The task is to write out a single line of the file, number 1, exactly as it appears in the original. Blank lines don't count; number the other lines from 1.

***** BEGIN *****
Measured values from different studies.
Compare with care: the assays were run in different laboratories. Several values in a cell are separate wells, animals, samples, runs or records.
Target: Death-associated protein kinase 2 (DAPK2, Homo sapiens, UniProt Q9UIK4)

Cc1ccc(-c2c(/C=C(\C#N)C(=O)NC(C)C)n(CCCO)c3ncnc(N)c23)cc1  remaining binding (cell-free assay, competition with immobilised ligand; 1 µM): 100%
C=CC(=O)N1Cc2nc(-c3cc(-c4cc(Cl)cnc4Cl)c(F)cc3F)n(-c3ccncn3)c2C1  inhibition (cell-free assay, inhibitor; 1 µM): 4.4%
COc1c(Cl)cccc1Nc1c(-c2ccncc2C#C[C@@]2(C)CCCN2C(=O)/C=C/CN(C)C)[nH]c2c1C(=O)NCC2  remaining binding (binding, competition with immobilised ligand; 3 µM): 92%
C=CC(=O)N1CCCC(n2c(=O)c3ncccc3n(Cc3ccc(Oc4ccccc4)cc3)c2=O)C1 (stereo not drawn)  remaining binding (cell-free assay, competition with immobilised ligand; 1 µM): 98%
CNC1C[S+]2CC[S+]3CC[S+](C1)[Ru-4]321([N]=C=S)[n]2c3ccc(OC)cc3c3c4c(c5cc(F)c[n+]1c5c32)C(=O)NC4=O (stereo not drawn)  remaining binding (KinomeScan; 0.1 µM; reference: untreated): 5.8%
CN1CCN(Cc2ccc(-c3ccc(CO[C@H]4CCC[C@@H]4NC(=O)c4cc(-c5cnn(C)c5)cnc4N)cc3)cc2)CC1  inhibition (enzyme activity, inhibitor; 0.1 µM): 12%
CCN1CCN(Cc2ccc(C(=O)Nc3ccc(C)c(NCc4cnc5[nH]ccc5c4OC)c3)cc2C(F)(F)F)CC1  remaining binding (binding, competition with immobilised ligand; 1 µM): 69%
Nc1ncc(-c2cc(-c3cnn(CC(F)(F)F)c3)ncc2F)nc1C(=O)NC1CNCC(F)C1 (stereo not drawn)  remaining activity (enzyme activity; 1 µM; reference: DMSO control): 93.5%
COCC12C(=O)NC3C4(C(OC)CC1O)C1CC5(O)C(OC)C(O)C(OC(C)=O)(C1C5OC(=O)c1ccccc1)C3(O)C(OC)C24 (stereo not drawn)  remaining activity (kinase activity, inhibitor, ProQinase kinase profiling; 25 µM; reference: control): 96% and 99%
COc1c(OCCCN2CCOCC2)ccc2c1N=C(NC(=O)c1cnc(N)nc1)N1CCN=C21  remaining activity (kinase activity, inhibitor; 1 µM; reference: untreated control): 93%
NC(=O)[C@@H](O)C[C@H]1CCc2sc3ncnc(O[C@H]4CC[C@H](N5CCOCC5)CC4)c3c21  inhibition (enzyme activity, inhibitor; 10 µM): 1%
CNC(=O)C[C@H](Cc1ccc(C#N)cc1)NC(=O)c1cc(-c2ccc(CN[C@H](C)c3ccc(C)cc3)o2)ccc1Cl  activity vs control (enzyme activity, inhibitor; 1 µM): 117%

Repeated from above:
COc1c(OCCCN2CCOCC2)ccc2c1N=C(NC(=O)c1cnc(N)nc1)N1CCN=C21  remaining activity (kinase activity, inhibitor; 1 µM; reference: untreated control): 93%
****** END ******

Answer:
Measured values from different studies.